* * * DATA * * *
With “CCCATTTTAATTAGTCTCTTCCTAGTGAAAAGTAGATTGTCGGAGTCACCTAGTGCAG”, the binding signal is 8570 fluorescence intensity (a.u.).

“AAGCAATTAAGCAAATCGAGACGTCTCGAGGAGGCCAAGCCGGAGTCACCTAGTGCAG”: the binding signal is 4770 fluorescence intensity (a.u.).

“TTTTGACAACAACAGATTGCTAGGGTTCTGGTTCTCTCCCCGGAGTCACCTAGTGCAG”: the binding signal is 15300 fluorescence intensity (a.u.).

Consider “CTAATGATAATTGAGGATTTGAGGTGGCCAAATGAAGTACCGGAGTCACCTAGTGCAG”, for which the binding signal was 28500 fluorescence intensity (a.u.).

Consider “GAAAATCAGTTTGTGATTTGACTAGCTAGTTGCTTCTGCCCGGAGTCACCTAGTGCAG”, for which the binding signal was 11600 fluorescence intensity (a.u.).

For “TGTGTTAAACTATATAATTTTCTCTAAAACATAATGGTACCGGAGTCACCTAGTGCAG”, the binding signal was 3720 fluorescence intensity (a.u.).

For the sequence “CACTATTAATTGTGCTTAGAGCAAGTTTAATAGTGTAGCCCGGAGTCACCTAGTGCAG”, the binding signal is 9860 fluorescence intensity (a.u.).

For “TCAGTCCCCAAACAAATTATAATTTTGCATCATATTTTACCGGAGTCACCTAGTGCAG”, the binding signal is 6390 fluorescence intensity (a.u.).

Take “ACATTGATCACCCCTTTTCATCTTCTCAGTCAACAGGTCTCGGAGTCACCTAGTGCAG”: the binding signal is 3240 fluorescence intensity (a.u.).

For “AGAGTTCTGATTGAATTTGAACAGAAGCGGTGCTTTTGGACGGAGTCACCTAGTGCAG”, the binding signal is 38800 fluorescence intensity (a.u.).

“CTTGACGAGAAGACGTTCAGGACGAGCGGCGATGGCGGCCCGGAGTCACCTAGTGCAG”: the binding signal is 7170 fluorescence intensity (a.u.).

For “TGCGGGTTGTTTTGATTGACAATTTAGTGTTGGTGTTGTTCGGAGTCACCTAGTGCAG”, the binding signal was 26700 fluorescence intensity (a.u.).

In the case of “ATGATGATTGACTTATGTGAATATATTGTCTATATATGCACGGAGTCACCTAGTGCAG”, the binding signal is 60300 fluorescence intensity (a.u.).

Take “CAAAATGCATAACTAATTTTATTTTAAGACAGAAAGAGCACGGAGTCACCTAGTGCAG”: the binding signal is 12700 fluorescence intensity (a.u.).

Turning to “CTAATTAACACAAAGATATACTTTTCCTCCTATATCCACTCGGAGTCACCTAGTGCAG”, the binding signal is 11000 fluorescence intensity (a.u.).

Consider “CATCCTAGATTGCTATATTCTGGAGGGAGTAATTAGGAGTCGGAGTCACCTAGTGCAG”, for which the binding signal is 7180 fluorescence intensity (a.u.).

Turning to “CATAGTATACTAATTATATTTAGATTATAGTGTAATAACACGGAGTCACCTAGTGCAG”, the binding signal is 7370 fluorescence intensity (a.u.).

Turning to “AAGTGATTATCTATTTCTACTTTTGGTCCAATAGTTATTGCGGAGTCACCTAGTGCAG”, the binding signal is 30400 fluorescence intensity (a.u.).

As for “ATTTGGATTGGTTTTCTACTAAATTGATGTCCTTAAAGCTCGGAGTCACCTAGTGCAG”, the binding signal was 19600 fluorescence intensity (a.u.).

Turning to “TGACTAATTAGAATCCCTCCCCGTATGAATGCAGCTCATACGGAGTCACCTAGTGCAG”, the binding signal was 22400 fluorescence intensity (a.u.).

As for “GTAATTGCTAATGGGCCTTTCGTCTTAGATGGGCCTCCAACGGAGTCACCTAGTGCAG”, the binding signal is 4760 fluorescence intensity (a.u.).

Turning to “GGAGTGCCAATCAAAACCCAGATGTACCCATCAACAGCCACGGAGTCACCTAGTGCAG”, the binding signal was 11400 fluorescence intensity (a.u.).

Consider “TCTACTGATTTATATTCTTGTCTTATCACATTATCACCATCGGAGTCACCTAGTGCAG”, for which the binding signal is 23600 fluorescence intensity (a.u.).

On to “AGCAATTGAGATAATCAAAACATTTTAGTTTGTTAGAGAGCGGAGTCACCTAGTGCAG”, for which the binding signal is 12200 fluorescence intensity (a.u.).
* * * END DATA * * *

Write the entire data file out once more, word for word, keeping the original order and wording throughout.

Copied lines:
With “CCCATTTTAATTAGTCTCTTCCTAGTGAAAAGTAGATTGTCGGAGTCACCTAGTGCAG”, the binding signal is 8570 fluorescence intensity (a.u.).

“AAGCAATTAAGCAAATCGAGACGTCTCGAGGAGGCCAAGCCGGAGTCACCTAGTGCAG”: the binding signal is 4770 fluorescence intensity (a.u.).

“TTTTGACAACAACAGATTGCTAGGGTTCTGGTTCTCTCCCCGGAGTCACCTAGTGCAG”: the binding signal is 15300 fluorescence intensity (a.u.).

Consider “CTAATGATAATTGAGGATTTGAGGTGGCCAAATGAAGTACCGGAGTCACCTAGTGCAG”, for which the binding signal was 28500 fluorescence intensity (a.u.).

Consider “GAAAATCAGTTTGTGATTTGACTAGCTAGTTGCTTCTGCCCGGAGTCACCTAGTGCAG”, for which the binding signal was 11600 fluorescence intensity (a.u.).

For “TGTGTTAAACTATATAATTTTCTCTAAAACATAATGGTACCGGAGTCACCTAGTGCAG”, the binding signal was 3720 fluorescence intensity (a.u.).

For the sequence “CACTATTAATTGTGCTTAGAGCAAGTTTAATAGTGTAGCCCGGAGTCACCTAGTGCAG”, the binding signal is 9860 fluorescence intensity (a.u.).

For “TCAGTCCCCAAACAAATTATAATTTTGCATCATATTTTACCGGAGTCACCTAGTGCAG”, the binding signal is 6390 fluorescence intensity (a.u.).

Take “ACATTGATCACCCCTTTTCATCTTCTCAGTCAACAGGTCTCGGAGTCACCTAGTGCAG”: the binding signal is 3240 fluorescence intensity (a.u.).

For “AGAGTTCTGATTGAATTTGAACAGAAGCGGTGCTTTTGGACGGAGTCACCTAGTGCAG”, the binding signal is 38800 fluorescence intensity (a.u.).

“CTTGACGAGAAGACGTTCAGGACGAGCGGCGATGGCGGCCCGGAGTCACCTAGTGCAG”: the binding signal is 7170 fluorescence intensity (a.u.).

For “TGCGGGTTGTTTTGATTGACAATTTAGTGTTGGTGTTGTTCGGAGTCACCTAGTGCAG”, the binding signal was 26700 fluorescence intensity (a.u.).

In the case of “ATGATGATTGACTTATGTGAATATATTGTCTATATATGCACGGAGTCACCTAGTGCAG”, the binding signal is 60300 fluorescence intensity (a.u.).

Take “CAAAATGCATAACTAATTTTATTTTAAGACAGAAAGAGCACGGAGTCACCTAGTGCAG”: the binding signal is 12700 fluorescence intensity (a.u.).

Turning to “CTAATTAACACAAAGATATACTTTTCCTCCTATATCCACTCGGAGTCACCTAGTGCAG”, the binding signal is 11000 fluorescence intensity (a.u.).

Consider “CATCCTAGATTGCTATATTCTGGAGGGAGTAATTAGGAGTCGGAGTCACCTAGTGCAG”, for which the binding signal is 7180 fluorescence intensity (a.u.).

Turning to “CATAGTATACTAATTATATTTAGATTATAGTGTAATAACACGGAGTCACCTAGTGCAG”, the binding signal is 7370 fluorescence intensity (a.u.).

Turning to “AAGTGATTATCTATTTCTACTTTTGGTCCAATAGTTATTGCGGAGTCACCTAGTGCAG”, the binding signal is 30400 fluorescence intensity (a.u.).

As for “ATTTGGATTGGTTTTCTACTAAATTGATGTCCTTAAAGCTCGGAGTCACCTAGTGCAG”, the binding signal was 19600 fluorescence intensity (a.u.).

Turning to “TGACTAATTAGAATCCCTCCCCGTATGAATGCAGCTCATACGGAGTCACCTAGTGCAG”, the binding signal was 22400 fluorescence intensity (a.u.).

As for “GTAATTGCTAATGGGCCTTTCGTCTTAGATGGGCCTCCAACGGAGTCACCTAGTGCAG”, the binding signal is 4760 fluorescence intensity (a.u.).

Turning to “GGAGTGCCAATCAAAACCCAGATGTACCCATCAACAGCCACGGAGTCACCTAGTGCAG”, the binding signal was 11400 fluorescence intensity (a.u.).

Consider “TCTACTGATTTATATTCTTGTCTTATCACATTATCACCATCGGAGTCACCTAGTGCAG”, for which the binding signal is 23600 fluorescence intensity (a.u.).

On to “AGCAATTGAGATAATCAAAACATTTTAGTTTGTTAGAGAGCGGAGTCACCTAGTGCAG”, for which the binding signal is 12200 fluorescence intensity (a.u.).